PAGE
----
In a recent op-ed in the Roanoke Times, activist and organic farmer Anthony Flaccavento argues that Democrats must pay a lot more attention to rural America if they hope to rebuild the party. It is a startling proposition, if only because it rarely gets articulated, but one that should be a central part of a progressive agenda in 2018 and beyond. It also takes aim at the stale debate in democratic and progressive circles about whether the party should “lean to the center” to try to appeal to imagined swing voters, including the so-called “white working class,” or aim instead to “energize the base.”
To mark Labor Day, professors WIlliam E. Forbath and Brishen Rogers published an op-ed in the New York Times arguing that labor law should be an important political objective in rejuvenating worker activism. Although labor unions overall are in a state of decline, there is significant activism pushing for raising minimum wages–for example Fight for $15–and related efforts to support workers. And in urban areas and some economic sectors, there are still a significant number of unionized workers, while at the same time workers in other industries are attempting to organize. This activity is important for unions of course, but it is also important for working people and the middle class in general because unions have always played crucial roles in progressive movements. That is why business elites and their allies in government have consistently worked to undermine them. Per Forbath and Rogers: “Without a rejuvenated labor movement, it’s almost inconceivable that breakthrough reforms will come to pass.”
The failed attempts by the republicans in Congress to repeal the Affordable Care Act (Obamacare) have yielded some surprising results. The process itself spurred many Americans to pay close attention to health care policy and to republican shenanigans. In the end, instead of sneaking the legislation through quickly with minimal deliberation, conservative senators and representatives were confronted by firestorms of opposition at town hall meetings. Press coverage and continued protests have kept the issue alive.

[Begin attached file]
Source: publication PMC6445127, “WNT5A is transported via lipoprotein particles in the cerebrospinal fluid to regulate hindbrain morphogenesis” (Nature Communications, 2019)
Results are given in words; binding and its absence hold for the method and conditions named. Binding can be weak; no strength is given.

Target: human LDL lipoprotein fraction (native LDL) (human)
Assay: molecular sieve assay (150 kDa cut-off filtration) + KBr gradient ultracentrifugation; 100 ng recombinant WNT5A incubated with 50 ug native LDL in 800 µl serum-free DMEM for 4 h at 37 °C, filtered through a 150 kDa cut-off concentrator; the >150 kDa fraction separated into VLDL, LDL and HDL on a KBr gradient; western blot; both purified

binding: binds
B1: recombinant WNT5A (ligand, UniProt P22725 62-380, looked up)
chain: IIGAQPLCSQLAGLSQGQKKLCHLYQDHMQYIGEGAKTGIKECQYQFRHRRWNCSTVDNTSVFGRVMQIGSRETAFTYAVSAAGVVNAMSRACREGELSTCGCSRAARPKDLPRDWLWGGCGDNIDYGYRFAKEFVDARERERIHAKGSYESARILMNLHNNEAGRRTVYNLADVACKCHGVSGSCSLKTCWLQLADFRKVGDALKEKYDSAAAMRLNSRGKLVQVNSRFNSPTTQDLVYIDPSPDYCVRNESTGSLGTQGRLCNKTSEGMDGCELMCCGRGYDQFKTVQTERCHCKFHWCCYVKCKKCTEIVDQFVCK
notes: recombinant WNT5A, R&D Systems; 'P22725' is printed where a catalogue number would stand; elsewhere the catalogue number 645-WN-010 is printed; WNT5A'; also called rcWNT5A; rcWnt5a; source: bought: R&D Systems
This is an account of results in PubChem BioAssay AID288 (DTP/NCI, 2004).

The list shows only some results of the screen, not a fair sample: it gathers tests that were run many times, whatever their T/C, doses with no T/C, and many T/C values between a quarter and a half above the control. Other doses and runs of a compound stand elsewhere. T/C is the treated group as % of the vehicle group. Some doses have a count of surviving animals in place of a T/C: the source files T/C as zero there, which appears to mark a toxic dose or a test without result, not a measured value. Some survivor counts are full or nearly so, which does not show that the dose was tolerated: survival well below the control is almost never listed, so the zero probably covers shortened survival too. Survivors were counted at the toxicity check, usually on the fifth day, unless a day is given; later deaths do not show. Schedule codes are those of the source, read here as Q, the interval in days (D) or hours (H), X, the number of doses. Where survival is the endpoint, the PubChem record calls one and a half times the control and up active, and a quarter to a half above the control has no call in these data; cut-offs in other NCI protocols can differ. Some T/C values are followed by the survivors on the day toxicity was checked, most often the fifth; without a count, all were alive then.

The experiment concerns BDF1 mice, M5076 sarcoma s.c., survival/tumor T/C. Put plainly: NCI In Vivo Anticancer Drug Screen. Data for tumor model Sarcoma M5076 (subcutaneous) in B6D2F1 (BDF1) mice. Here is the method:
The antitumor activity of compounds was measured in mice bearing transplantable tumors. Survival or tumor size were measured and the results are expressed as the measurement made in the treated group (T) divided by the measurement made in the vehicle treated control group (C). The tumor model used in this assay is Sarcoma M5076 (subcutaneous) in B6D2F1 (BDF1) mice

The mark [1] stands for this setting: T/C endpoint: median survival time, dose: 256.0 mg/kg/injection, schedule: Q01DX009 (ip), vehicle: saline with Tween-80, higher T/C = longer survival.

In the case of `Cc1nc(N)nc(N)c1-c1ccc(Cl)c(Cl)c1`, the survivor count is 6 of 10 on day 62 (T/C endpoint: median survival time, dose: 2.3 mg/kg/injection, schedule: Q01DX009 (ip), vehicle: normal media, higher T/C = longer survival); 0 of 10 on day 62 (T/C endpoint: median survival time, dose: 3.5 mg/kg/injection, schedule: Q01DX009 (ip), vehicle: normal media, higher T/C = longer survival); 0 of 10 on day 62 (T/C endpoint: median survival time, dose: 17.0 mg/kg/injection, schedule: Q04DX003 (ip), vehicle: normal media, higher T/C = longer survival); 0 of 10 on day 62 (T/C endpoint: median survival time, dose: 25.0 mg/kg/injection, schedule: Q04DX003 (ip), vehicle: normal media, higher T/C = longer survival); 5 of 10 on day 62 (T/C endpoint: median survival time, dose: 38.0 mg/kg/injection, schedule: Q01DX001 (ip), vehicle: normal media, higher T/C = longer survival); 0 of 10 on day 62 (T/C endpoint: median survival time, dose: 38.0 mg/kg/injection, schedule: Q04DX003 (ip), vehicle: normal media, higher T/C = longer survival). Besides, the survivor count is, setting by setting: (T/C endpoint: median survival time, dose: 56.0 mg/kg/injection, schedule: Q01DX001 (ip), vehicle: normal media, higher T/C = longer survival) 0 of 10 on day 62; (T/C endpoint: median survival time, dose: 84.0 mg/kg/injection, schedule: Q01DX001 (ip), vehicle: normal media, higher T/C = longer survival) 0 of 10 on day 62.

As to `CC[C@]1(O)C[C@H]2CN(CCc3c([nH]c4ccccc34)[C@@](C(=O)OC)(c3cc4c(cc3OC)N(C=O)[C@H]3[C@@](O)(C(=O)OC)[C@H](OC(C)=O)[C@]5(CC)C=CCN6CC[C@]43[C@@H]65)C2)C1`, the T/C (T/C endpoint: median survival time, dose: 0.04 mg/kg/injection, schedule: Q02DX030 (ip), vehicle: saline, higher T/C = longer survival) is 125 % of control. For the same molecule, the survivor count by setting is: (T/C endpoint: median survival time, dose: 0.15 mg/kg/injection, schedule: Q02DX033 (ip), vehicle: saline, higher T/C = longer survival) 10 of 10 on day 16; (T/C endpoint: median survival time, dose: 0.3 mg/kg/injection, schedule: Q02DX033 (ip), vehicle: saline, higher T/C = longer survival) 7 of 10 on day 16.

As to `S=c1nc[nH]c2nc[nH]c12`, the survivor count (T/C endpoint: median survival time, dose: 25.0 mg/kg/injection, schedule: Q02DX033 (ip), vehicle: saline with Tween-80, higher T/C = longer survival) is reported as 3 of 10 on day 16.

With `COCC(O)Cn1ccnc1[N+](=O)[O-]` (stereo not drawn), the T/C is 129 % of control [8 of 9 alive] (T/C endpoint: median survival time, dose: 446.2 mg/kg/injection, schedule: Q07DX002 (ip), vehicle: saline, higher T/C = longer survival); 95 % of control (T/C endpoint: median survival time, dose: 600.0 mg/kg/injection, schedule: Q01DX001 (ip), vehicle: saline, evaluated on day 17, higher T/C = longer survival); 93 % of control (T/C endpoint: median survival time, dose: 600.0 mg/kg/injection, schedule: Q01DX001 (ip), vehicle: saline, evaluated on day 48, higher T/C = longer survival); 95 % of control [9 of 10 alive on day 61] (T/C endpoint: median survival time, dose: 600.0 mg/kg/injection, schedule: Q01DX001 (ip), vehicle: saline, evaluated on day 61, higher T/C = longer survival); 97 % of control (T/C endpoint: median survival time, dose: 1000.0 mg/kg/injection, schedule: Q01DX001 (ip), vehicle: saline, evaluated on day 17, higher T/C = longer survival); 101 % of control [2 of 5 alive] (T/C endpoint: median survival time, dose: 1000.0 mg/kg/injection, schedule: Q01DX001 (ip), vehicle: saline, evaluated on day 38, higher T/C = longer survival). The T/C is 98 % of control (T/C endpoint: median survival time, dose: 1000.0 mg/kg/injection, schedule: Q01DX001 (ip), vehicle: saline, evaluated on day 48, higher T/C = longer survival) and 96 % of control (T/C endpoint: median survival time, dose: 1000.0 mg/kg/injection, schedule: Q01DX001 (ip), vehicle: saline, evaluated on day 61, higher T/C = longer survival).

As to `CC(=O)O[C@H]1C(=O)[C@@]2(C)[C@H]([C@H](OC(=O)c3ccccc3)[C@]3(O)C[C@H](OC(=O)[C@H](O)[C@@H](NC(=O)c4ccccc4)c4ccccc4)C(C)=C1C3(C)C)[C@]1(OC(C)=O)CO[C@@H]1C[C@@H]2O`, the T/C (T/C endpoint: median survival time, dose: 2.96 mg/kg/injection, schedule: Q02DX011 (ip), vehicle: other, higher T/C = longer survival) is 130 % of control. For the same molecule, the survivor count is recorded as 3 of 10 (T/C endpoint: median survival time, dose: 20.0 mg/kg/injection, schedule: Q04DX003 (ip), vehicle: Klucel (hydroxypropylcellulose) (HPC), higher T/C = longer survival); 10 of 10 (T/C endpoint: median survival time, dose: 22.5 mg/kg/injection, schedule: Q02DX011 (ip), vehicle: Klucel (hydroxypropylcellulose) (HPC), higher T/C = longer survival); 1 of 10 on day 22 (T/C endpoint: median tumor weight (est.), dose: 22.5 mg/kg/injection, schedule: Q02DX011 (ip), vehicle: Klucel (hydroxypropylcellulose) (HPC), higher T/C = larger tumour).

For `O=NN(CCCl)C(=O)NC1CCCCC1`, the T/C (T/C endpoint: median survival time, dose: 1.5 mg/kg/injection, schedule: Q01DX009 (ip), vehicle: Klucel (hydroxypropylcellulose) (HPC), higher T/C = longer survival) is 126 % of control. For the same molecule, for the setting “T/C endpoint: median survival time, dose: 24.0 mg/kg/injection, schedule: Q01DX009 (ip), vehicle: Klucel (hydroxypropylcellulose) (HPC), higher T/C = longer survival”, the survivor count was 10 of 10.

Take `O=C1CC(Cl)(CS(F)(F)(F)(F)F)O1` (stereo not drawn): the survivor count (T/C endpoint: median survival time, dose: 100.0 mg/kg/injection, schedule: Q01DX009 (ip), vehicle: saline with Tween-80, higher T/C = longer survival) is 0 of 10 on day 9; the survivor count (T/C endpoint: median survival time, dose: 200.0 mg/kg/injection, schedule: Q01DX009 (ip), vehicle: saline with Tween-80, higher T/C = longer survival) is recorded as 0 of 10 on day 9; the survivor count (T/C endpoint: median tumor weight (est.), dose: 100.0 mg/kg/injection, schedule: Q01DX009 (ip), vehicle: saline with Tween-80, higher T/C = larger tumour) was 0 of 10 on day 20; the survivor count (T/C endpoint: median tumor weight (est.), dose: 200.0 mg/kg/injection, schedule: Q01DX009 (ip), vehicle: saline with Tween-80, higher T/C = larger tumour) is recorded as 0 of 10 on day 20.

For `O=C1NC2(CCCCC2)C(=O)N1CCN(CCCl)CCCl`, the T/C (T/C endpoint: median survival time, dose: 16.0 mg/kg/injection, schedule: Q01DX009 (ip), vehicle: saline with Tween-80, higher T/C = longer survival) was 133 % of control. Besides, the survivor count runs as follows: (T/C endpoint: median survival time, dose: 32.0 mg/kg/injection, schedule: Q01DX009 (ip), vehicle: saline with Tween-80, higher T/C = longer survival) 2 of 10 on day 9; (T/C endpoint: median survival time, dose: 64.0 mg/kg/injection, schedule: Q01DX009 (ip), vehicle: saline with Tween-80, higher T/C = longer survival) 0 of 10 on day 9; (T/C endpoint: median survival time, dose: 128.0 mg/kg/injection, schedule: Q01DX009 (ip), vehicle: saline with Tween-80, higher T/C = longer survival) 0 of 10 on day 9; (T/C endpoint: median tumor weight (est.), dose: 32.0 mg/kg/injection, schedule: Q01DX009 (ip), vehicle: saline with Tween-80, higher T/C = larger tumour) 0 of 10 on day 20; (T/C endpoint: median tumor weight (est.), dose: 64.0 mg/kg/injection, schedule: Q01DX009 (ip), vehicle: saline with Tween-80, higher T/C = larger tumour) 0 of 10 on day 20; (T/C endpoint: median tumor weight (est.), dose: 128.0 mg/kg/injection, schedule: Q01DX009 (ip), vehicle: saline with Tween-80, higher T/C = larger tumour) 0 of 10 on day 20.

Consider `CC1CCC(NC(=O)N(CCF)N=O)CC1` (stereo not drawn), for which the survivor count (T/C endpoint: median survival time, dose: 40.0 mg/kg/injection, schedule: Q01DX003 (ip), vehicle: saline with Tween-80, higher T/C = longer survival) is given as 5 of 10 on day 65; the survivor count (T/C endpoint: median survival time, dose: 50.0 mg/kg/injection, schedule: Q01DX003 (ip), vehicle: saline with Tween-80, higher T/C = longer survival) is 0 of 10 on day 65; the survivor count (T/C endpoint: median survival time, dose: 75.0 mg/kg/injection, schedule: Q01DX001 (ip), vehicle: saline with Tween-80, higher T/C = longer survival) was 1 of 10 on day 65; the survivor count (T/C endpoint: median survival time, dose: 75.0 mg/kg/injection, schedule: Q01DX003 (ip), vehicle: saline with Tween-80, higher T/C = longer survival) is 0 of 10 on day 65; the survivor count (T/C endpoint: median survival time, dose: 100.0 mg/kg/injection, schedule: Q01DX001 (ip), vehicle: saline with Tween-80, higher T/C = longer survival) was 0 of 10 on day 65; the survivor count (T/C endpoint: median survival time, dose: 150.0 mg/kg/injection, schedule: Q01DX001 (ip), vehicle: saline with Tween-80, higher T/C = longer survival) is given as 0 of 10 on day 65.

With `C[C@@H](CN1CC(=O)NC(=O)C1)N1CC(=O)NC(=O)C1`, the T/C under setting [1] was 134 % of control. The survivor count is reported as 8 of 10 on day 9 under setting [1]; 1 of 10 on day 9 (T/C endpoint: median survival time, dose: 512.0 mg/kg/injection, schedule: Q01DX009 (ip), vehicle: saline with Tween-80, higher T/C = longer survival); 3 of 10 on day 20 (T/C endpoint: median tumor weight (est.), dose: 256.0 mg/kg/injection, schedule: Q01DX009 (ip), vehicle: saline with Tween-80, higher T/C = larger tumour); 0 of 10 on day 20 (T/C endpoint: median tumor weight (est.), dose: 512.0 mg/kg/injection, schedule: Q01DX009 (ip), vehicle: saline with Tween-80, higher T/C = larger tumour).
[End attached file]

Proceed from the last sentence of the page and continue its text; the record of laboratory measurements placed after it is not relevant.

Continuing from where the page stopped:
Even more consequential, as a result of the awful bills put forward (and passed in the House), there has been a shift in public opinion toward the view that everyone has a right to affordable health insurance. Polling has found increasing support for single payer or Medicare for all laws. In addition, many governors, including republican governors, actively opposed the repeal legislation, because of what it would do to Medicaid and the prospect that large numbers of their constituents would lose insurance. And if we consider GOP claims about the legislation–dishonest as they were–that it would improve healthcare and reduce costs for everyone, it is clear they had no choice but to play this game on a field where healthcare for all was a basic ground rule.
With the election of Donald Trump and the ascendance of a radical republican party, it is a commonplace to assert that the United States is passing through a moment of great uncertainty and great peril. At the same time, there has been a flowering of progressive movements–going back several years in many cases–and political activism. But for many progressives it is not clear how activism translates into political change.
If you are wondering how the power of protest works, Francis Fox Piven’s Challenging Authority: How Ordinary People Change America offers some answers. Despite the fact that this book was written in 2006–a lifetime ago given the current pace of dizzying events–Piven’s conceptual approach and historical analysis lend many helpful insights about how protest movements can affect political coalitions and electoral politics.